How recent qualifies as real-time?  This depends on the application and type of decisions being supported.  In general, adoption of digital twins has quickened the pace and generated a demand for more timely data.  Manual data collection is too slow and error prone.  Studies made in the 1980s to explain the need for barcode readers showed that paper forms and manual data entry generated transactions with a 10 percent error rate.  This low data quality renders a digital twin useless for decision support.  Automated data acquisition is needed to keep the data current and of high quality.  This includes inspections that are performed through various acquisition channels such as drones, fixed wing aircraft, satellites, video capture, Internet of Things (IoT) sensors, and SCADA systems.  This is in addition to the usual oilfield data like seismic, well logs, reservoir performance, and more.  To provide useful decision support, integration with operational technology (OT) is needed to provide quantifiable and actionable results.

TCS Business 4.0 Model

Tata Consultancy Services (TCS) recently briefed ARC on its capabilities related to Business 4.0 and digital twins.  This includes capabilities to provide digital twins with the needed real-time data, data quality, and systems integration. 

The TCS Business 4.0 model – when applied to the oil and gas industry - includes these themes:

  • Purpose driven: Focus on the basics.  What is the core purpose of company and the project?  What is the root of what is being accomplished?
  • Resilient: Be capable to respond to both the expected and unexpected.  What comes next for known industry trends like peak demand?  How can the business become more robust to help mitigate unknown business dynamics like the recent pandemic?  The ability to survive a hit involves both primary and secondary effects.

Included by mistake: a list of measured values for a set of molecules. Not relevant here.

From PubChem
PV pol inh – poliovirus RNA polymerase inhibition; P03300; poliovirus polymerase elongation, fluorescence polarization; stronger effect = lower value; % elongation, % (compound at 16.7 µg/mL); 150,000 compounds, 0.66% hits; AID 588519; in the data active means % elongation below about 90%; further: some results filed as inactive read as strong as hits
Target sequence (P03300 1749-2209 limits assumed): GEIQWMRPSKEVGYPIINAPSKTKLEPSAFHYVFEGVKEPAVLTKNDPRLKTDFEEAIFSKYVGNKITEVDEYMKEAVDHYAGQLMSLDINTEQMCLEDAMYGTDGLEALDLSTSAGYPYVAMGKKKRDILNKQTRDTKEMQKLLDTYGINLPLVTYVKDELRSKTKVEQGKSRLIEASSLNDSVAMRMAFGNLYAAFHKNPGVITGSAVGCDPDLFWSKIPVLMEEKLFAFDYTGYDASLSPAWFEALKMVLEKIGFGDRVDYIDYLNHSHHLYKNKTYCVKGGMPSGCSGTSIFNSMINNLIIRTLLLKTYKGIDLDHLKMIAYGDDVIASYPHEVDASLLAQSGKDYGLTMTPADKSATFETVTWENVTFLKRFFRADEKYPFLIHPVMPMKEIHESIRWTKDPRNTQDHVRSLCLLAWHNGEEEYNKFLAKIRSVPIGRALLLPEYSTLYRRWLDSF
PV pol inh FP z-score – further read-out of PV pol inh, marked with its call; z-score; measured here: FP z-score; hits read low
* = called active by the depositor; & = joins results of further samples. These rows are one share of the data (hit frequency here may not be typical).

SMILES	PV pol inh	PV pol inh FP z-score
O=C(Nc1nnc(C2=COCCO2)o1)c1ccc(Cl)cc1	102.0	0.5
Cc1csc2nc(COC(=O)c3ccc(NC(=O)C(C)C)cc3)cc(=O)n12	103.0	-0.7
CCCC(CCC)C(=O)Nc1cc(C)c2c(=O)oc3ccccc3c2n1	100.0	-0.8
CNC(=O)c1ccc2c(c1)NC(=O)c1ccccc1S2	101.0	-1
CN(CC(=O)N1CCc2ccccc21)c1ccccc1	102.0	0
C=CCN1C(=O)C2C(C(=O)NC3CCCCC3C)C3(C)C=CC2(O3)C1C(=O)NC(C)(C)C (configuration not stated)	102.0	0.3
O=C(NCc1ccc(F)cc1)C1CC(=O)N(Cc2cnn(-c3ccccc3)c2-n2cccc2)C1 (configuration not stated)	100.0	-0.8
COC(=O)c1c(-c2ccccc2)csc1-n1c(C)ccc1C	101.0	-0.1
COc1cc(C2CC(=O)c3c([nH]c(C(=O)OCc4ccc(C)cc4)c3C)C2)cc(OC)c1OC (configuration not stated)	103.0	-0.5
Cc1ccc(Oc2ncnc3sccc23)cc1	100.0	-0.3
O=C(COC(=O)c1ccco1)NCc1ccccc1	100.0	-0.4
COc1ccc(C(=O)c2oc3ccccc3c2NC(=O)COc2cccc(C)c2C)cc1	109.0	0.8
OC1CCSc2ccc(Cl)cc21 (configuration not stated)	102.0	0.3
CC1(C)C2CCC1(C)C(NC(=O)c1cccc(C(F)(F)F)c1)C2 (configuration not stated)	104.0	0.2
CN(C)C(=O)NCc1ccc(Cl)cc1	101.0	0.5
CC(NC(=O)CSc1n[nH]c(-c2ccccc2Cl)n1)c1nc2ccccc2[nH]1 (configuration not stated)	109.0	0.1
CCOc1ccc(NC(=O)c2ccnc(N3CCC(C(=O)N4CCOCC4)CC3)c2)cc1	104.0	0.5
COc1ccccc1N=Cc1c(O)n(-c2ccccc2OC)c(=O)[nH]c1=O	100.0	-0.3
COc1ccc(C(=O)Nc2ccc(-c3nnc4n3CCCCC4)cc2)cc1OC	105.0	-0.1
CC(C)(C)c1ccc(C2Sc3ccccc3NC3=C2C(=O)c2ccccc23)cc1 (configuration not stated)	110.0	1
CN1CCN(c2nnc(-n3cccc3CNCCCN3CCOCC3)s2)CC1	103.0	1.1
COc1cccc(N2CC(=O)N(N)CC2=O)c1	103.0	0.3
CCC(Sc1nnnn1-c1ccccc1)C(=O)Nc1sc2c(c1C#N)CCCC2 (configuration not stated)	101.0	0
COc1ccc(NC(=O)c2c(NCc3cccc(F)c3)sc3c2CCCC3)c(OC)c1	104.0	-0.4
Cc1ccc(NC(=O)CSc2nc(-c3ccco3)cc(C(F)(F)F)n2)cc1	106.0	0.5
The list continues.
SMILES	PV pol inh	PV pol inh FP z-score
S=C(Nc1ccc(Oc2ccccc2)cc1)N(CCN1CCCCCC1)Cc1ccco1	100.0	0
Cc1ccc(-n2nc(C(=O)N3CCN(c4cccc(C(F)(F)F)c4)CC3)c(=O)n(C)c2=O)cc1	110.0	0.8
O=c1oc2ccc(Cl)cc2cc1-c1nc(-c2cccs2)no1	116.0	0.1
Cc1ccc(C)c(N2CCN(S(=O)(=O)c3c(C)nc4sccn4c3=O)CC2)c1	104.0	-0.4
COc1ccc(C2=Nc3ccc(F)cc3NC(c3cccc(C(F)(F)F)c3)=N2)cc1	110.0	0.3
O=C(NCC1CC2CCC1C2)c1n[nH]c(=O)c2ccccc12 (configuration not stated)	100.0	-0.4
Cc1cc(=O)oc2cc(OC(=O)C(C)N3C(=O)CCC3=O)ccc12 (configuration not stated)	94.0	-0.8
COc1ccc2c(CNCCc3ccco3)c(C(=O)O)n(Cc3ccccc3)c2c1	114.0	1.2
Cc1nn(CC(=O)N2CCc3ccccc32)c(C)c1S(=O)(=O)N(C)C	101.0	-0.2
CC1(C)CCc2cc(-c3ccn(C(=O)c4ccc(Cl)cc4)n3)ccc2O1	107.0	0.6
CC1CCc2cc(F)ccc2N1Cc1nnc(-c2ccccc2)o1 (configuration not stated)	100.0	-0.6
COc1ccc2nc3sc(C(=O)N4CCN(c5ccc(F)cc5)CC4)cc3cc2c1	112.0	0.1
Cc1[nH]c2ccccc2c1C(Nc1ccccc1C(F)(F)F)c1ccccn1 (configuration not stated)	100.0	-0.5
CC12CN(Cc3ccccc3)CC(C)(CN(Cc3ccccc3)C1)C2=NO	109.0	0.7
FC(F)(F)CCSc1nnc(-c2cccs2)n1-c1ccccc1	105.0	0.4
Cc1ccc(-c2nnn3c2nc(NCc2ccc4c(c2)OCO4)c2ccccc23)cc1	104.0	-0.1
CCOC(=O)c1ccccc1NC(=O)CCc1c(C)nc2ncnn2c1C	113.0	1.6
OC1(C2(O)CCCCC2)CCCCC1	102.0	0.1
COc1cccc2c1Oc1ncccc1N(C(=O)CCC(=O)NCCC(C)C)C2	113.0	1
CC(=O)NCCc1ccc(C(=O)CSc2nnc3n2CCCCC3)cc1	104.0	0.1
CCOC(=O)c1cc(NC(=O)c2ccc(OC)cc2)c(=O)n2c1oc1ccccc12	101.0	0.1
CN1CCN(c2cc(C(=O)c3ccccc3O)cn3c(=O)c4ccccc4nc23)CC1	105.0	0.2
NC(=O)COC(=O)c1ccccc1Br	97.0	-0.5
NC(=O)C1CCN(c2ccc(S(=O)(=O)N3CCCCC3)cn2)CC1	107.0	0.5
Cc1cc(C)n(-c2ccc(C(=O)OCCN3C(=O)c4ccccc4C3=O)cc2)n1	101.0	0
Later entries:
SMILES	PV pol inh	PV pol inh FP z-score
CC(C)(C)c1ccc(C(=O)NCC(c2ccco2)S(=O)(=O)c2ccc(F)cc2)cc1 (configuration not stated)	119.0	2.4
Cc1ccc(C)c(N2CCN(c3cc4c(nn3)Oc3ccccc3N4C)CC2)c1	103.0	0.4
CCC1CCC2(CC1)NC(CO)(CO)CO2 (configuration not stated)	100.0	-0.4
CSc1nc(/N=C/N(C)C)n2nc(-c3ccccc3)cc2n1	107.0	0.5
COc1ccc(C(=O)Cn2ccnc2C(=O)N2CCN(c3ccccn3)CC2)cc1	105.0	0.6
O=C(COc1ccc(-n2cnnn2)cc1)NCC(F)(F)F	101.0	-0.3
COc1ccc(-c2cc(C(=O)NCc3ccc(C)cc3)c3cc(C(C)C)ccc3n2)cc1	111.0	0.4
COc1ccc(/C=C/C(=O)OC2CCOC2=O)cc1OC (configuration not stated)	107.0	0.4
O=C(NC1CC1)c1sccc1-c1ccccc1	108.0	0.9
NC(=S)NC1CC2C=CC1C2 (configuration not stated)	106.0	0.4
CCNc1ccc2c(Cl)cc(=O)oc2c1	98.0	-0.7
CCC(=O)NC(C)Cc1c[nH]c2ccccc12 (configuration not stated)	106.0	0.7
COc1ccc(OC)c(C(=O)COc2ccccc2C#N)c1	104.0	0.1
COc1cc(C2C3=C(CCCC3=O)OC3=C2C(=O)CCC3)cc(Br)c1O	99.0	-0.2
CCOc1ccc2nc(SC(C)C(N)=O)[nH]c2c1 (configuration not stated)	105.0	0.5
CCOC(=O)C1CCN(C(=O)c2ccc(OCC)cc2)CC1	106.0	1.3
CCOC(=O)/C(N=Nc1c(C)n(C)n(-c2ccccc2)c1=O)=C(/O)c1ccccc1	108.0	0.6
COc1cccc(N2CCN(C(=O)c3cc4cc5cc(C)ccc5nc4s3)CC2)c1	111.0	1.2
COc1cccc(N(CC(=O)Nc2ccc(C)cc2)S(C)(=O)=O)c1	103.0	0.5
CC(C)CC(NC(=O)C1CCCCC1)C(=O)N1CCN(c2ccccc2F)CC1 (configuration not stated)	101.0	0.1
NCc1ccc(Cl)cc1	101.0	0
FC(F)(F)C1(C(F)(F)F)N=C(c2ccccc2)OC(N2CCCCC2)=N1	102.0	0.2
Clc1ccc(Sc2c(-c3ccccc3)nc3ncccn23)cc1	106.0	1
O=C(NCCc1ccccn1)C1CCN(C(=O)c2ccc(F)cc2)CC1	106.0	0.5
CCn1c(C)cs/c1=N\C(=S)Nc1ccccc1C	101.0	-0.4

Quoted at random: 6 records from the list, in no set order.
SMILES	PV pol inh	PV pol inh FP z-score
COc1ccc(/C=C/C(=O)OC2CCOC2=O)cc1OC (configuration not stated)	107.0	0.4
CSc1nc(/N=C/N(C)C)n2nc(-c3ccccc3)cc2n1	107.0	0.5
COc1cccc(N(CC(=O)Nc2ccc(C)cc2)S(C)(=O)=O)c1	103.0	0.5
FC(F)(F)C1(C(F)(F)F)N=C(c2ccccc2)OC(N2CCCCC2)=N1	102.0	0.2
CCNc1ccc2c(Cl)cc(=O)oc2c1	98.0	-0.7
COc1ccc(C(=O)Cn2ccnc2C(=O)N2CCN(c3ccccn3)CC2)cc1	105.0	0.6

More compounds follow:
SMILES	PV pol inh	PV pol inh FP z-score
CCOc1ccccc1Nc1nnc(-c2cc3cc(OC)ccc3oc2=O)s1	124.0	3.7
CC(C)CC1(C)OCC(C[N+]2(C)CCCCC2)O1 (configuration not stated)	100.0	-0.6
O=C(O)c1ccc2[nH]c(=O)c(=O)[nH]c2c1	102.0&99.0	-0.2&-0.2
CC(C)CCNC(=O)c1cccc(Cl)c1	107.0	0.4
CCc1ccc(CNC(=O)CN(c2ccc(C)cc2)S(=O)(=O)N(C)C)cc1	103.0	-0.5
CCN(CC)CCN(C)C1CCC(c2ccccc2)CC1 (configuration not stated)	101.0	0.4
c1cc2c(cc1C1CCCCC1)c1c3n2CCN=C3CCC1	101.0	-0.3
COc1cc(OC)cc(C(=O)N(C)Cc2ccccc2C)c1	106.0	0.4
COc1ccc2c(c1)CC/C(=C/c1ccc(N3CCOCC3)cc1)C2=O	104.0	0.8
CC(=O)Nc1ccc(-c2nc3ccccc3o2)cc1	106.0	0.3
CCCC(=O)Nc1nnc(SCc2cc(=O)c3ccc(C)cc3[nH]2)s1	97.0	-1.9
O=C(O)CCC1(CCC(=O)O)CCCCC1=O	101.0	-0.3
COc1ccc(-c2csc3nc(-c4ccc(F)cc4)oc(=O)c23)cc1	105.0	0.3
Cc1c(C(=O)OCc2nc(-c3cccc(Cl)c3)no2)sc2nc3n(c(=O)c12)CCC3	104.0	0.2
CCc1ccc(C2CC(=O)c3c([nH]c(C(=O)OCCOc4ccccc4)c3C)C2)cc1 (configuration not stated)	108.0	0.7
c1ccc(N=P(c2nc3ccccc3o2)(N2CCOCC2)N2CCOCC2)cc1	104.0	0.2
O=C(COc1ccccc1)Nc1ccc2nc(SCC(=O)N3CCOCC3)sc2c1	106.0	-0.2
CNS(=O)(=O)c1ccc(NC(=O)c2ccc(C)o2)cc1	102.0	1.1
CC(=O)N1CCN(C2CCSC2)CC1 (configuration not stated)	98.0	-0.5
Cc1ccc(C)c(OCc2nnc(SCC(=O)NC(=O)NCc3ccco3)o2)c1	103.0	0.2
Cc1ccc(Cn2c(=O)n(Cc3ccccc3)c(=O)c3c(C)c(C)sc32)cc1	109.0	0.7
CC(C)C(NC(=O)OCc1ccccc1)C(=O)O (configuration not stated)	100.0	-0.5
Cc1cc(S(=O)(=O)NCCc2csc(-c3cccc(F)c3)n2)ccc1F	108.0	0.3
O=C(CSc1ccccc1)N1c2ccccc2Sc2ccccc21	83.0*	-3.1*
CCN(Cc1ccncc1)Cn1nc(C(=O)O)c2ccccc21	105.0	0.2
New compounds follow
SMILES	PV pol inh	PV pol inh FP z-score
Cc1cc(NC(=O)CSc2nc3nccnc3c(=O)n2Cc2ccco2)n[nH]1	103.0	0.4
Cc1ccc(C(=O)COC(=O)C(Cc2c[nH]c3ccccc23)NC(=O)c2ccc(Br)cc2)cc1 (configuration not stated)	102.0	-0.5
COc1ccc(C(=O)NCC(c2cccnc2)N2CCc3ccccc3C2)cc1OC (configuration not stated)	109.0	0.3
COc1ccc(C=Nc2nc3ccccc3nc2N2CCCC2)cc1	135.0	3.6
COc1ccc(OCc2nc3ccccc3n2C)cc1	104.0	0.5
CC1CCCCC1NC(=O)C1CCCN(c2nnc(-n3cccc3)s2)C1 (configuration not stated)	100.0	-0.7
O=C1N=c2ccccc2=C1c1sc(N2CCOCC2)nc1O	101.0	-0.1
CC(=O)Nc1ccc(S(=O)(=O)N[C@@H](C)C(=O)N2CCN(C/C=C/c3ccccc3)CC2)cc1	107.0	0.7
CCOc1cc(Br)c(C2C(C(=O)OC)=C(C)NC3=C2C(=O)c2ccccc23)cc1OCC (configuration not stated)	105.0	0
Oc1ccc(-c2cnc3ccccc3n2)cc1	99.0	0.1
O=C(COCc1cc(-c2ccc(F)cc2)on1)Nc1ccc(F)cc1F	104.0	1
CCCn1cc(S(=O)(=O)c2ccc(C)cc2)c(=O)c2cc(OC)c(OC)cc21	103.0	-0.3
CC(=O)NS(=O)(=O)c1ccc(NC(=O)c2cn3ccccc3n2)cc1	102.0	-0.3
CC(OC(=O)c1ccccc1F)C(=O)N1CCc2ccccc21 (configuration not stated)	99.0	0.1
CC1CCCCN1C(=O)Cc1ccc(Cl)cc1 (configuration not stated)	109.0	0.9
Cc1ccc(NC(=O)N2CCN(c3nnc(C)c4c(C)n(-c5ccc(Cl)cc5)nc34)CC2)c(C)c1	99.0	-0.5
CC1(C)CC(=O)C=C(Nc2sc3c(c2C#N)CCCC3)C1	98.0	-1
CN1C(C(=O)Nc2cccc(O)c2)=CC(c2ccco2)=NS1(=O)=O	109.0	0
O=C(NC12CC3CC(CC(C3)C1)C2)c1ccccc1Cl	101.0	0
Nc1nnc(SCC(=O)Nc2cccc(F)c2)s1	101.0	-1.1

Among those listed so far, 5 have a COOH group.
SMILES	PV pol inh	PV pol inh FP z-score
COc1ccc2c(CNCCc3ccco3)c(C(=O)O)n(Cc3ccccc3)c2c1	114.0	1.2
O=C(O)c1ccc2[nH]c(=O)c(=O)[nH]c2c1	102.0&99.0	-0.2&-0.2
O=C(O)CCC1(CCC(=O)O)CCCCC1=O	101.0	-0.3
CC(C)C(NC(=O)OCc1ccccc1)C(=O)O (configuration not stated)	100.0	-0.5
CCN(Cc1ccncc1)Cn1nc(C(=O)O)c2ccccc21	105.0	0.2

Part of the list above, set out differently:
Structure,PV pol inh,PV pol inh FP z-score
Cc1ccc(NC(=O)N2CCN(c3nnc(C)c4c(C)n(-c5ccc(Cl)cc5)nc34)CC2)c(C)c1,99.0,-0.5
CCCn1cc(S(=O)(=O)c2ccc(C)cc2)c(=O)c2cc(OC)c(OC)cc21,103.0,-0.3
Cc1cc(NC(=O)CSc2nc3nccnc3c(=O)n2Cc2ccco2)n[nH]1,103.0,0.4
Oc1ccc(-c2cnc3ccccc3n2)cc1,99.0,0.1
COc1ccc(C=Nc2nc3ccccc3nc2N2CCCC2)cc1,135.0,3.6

• Adaptable:  Change happens and often requires modification of existing or creating new systems and business processes.  Drive agile methods as deeply into your organization as possible.  Secure borderless workplaces to deliver regardless of location.  The current situation has a future that cannot be predicted.  Avoid rigidity – a strength can transform into a weakness - and strive for flexibility. 

According to the company, the TCS Business 4.0 enterprise builds on a strong ecosystem of software and platforms that enables information integration with actionable output to the right entity in the right context at the right time for more effective and responsive decision making.  Data democratization is a foundation for a TCS Business 4.0 approach with integration, distribution, and availability across the enterprise.  For example, digital twins of assets allow simulations for potential changes and upgrades and operational monitoring of existing assets.

Scope of Digital Twins

Predictive maintenance (PdM) has been a key driver for the adoption of digital twins.  Typically, a performance twin starts with predictive maintenance because of the obvious and significant economic benefit and very short payback period for preventing unplanned downtime and the associated lost revenue.  Here, a digital twin monitors the condition of an individual machine.  Many have expanded in scope to include improved operational performance of the equipment.  The process control system continues to control the process, which involves multiple pieces of equipment.  The performance twin for a machine augments the control system by focusing on the proper functioning of a piece of equipment.